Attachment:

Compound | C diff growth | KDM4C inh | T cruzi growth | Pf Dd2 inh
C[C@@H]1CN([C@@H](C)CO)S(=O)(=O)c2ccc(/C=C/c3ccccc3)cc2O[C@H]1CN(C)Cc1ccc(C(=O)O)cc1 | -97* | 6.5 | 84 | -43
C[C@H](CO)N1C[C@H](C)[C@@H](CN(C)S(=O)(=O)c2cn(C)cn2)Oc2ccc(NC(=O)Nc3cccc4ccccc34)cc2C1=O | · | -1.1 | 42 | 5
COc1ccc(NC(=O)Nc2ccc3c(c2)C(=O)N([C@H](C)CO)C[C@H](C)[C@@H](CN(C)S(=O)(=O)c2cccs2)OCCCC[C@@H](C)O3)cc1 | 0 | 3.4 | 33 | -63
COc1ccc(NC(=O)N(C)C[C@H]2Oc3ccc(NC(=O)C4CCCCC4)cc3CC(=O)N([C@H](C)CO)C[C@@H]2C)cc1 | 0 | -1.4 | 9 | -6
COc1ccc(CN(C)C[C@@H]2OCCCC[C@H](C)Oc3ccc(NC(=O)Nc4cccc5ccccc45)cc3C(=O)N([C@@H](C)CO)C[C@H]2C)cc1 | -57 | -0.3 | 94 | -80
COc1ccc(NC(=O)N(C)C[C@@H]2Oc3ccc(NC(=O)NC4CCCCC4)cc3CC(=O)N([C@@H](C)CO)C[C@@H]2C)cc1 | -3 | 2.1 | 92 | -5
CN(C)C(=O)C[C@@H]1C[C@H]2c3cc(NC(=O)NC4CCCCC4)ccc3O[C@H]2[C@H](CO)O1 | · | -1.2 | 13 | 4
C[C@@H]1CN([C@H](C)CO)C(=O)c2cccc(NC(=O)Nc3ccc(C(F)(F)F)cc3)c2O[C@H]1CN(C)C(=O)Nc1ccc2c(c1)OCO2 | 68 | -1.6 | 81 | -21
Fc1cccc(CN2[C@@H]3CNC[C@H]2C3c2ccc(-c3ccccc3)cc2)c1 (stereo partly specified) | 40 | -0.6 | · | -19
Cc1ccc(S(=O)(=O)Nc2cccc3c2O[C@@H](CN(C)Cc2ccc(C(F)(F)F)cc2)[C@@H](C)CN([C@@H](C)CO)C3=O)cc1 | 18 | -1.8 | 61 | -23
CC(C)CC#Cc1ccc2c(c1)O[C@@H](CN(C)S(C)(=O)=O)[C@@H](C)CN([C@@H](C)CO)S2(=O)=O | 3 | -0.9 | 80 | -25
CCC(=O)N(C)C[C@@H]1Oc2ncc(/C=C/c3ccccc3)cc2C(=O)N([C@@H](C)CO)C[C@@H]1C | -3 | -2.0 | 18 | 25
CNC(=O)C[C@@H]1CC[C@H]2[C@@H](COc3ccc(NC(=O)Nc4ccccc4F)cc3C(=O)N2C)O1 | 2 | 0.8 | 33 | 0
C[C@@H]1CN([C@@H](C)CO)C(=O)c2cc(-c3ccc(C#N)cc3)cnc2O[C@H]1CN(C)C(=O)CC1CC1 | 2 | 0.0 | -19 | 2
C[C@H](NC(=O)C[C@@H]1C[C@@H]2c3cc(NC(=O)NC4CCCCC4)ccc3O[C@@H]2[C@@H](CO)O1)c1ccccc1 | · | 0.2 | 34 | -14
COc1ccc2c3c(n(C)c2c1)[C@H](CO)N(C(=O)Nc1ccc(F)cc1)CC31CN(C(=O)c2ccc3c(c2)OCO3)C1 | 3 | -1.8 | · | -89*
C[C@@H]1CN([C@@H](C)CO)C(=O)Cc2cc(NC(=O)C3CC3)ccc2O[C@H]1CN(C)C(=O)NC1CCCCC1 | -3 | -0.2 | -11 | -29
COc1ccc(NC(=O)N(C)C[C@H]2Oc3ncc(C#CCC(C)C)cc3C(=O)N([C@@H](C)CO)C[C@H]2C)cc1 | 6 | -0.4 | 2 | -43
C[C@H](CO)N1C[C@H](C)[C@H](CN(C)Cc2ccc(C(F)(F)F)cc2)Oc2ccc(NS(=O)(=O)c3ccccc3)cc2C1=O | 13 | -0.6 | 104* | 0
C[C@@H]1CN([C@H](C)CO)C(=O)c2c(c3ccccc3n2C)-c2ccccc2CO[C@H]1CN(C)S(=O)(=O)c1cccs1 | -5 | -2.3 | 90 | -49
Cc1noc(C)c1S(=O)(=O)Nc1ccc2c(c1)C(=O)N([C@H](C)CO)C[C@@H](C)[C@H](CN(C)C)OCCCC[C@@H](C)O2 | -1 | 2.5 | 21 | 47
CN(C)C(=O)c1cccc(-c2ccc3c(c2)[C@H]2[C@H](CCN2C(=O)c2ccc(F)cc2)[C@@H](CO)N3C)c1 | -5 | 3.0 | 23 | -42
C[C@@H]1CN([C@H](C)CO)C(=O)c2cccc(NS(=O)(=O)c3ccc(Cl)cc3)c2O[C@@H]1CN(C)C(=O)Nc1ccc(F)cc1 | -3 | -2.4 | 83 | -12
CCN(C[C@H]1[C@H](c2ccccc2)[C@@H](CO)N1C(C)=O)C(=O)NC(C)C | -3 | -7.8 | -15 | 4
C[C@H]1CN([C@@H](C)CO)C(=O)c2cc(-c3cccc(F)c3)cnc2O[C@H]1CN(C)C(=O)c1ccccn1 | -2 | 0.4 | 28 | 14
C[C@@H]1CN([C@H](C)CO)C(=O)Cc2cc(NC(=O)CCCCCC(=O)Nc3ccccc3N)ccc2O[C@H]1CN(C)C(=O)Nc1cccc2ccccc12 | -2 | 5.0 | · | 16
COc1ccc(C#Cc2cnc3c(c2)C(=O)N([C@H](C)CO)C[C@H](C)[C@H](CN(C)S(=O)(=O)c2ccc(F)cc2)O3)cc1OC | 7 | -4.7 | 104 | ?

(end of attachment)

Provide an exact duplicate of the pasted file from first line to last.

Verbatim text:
Compound | C diff growth | KDM4C inh | T cruzi growth | Pf Dd2 inh
C[C@@H]1CN([C@@H](C)CO)S(=O)(=O)c2ccc(/C=C/c3ccccc3)cc2O[C@H]1CN(C)Cc1ccc(C(=O)O)cc1 | -97* | 6.5 | 84 | -43
C[C@H](CO)N1C[C@H](C)[C@@H](CN(C)S(=O)(=O)c2cn(C)cn2)Oc2ccc(NC(=O)Nc3cccc4ccccc34)cc2C1=O | · | -1.1 | 42 | 5
COc1ccc(NC(=O)Nc2ccc3c(c2)C(=O)N([C@H](C)CO)C[C@H](C)[C@@H](CN(C)S(=O)(=O)c2cccs2)OCCCC[C@@H](C)O3)cc1 | 0 | 3.4 | 33 | -63
COc1ccc(NC(=O)N(C)C[C@H]2Oc3ccc(NC(=O)C4CCCCC4)cc3CC(=O)N([C@H](C)CO)C[C@@H]2C)cc1 | 0 | -1.4 | 9 | -6
COc1ccc(CN(C)C[C@@H]2OCCCC[C@H](C)Oc3ccc(NC(=O)Nc4cccc5ccccc45)cc3C(=O)N([C@@H](C)CO)C[C@H]2C)cc1 | -57 | -0.3 | 94 | -80
COc1ccc(NC(=O)N(C)C[C@@H]2Oc3ccc(NC(=O)NC4CCCCC4)cc3CC(=O)N([C@@H](C)CO)C[C@@H]2C)cc1 | -3 | 2.1 | 92 | -5
CN(C)C(=O)C[C@@H]1C[C@H]2c3cc(NC(=O)NC4CCCCC4)ccc3O[C@H]2[C@H](CO)O1 | · | -1.2 | 13 | 4
C[C@@H]1CN([C@H](C)CO)C(=O)c2cccc(NC(=O)Nc3ccc(C(F)(F)F)cc3)c2O[C@H]1CN(C)C(=O)Nc1ccc2c(c1)OCO2 | 68 | -1.6 | 81 | -21
Fc1cccc(CN2[C@@H]3CNC[C@H]2C3c2ccc(-c3ccccc3)cc2)c1 (stereo partly specified) | 40 | -0.6 | · | -19
Cc1ccc(S(=O)(=O)Nc2cccc3c2O[C@@H](CN(C)Cc2ccc(C(F)(F)F)cc2)[C@@H](C)CN([C@@H](C)CO)C3=O)cc1 | 18 | -1.8 | 61 | -23
CC(C)CC#Cc1ccc2c(c1)O[C@@H](CN(C)S(C)(=O)=O)[C@@H](C)CN([C@@H](C)CO)S2(=O)=O | 3 | -0.9 | 80 | -25
CCC(=O)N(C)C[C@@H]1Oc2ncc(/C=C/c3ccccc3)cc2C(=O)N([C@@H](C)CO)C[C@@H]1C | -3 | -2.0 | 18 | 25
CNC(=O)C[C@@H]1CC[C@H]2[C@@H](COc3ccc(NC(=O)Nc4ccccc4F)cc3C(=O)N2C)O1 | 2 | 0.8 | 33 | 0
C[C@@H]1CN([C@@H](C)CO)C(=O)c2cc(-c3ccc(C#N)cc3)cnc2O[C@H]1CN(C)C(=O)CC1CC1 | 2 | 0.0 | -19 | 2
C[C@H](NC(=O)C[C@@H]1C[C@@H]2c3cc(NC(=O)NC4CCCCC4)ccc3O[C@@H]2[C@@H](CO)O1)c1ccccc1 | · | 0.2 | 34 | -14
COc1ccc2c3c(n(C)c2c1)[C@H](CO)N(C(=O)Nc1ccc(F)cc1)CC31CN(C(=O)c2ccc3c(c2)OCO3)C1 | 3 | -1.8 | · | -89*
C[C@@H]1CN([C@@H](C)CO)C(=O)Cc2cc(NC(=O)C3CC3)ccc2O[C@H]1CN(C)C(=O)NC1CCCCC1 | -3 | -0.2 | -11 | -29
COc1ccc(NC(=O)N(C)C[C@H]2Oc3ncc(C#CCC(C)C)cc3C(=O)N([C@@H](C)CO)C[C@H]2C)cc1 | 6 | -0.4 | 2 | -43
C[C@H](CO)N1C[C@H](C)[C@H](CN(C)Cc2ccc(C(F)(F)F)cc2)Oc2ccc(NS(=O)(=O)c3ccccc3)cc2C1=O | 13 | -0.6 | 104* | 0
C[C@@H]1CN([C@H](C)CO)C(=O)c2c(c3ccccc3n2C)-c2ccccc2CO[C@H]1CN(C)S(=O)(=O)c1cccs1 | -5 | -2.3 | 90 | -49
Cc1noc(C)c1S(=O)(=O)Nc1ccc2c(c1)C(=O)N([C@H](C)CO)C[C@@H](C)[C@H](CN(C)C)OCCCC[C@@H](C)O2 | -1 | 2.5 | 21 | 47
CN(C)C(=O)c1cccc(-c2ccc3c(c2)[C@H]2[C@H](CCN2C(=O)c2ccc(F)cc2)[C@@H](CO)N3C)c1 | -5 | 3.0 | 23 | -42
C[C@@H]1CN([C@H](C)CO)C(=O)c2cccc(NS(=O)(=O)c3ccc(Cl)cc3)c2O[C@@H]1CN(C)C(=O)Nc1ccc(F)cc1 | -3 | -2.4 | 83 | -12
CCN(C[C@H]1[C@H](c2ccccc2)[C@@H](CO)N1C(C)=O)C(=O)NC(C)C | -3 | -7.8 | -15 | 4
C[C@H]1CN([C@@H](C)CO)C(=O)c2cc(-c3cccc(F)c3)cnc2O[C@H]1CN(C)C(=O)c1ccccn1 | -2 | 0.4 | 28 | 14
C[C@@H]1CN([C@H](C)CO)C(=O)Cc2cc(NC(=O)CCCCCC(=O)Nc3ccccc3N)ccc2O[C@H]1CN(C)C(=O)Nc1cccc2ccccc12 | -2 | 5.0 | · | 16
COc1ccc(C#Cc2cnc3c(c2)C(=O)N([C@H](C)CO)C[C@H](C)[C@H](CN(C)S(=O)(=O)c2ccc(F)cc2)O3)cc1OC | 7 | -4.7 | 104 | ?